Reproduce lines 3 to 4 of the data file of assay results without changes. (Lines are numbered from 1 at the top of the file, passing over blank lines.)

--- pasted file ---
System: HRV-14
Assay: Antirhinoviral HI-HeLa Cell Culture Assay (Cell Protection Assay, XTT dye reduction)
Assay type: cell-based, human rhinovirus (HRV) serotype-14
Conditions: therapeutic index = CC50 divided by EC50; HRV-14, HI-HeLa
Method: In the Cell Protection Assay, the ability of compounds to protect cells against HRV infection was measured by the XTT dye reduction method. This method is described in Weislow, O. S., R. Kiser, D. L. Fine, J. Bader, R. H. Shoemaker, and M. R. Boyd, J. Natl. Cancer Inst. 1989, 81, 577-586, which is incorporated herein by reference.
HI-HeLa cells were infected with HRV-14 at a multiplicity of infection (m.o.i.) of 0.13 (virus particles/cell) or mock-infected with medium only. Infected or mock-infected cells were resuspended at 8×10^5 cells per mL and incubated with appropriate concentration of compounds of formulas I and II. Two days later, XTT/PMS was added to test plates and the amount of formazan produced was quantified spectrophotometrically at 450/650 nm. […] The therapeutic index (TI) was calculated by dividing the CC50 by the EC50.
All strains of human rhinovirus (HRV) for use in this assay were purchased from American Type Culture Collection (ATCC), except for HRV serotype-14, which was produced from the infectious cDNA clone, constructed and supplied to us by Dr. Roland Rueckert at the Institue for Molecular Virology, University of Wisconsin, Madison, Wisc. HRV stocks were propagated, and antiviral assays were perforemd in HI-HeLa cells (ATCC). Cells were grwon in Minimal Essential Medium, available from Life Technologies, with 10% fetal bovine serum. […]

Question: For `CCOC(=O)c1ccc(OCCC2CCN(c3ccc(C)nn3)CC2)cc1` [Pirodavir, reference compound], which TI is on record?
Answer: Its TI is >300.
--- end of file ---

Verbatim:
Assay type: cell-based, human rhinovirus (HRV) serotype-14
Conditions: therapeutic index = CC50 divided by EC50; HRV-14, HI-HeLa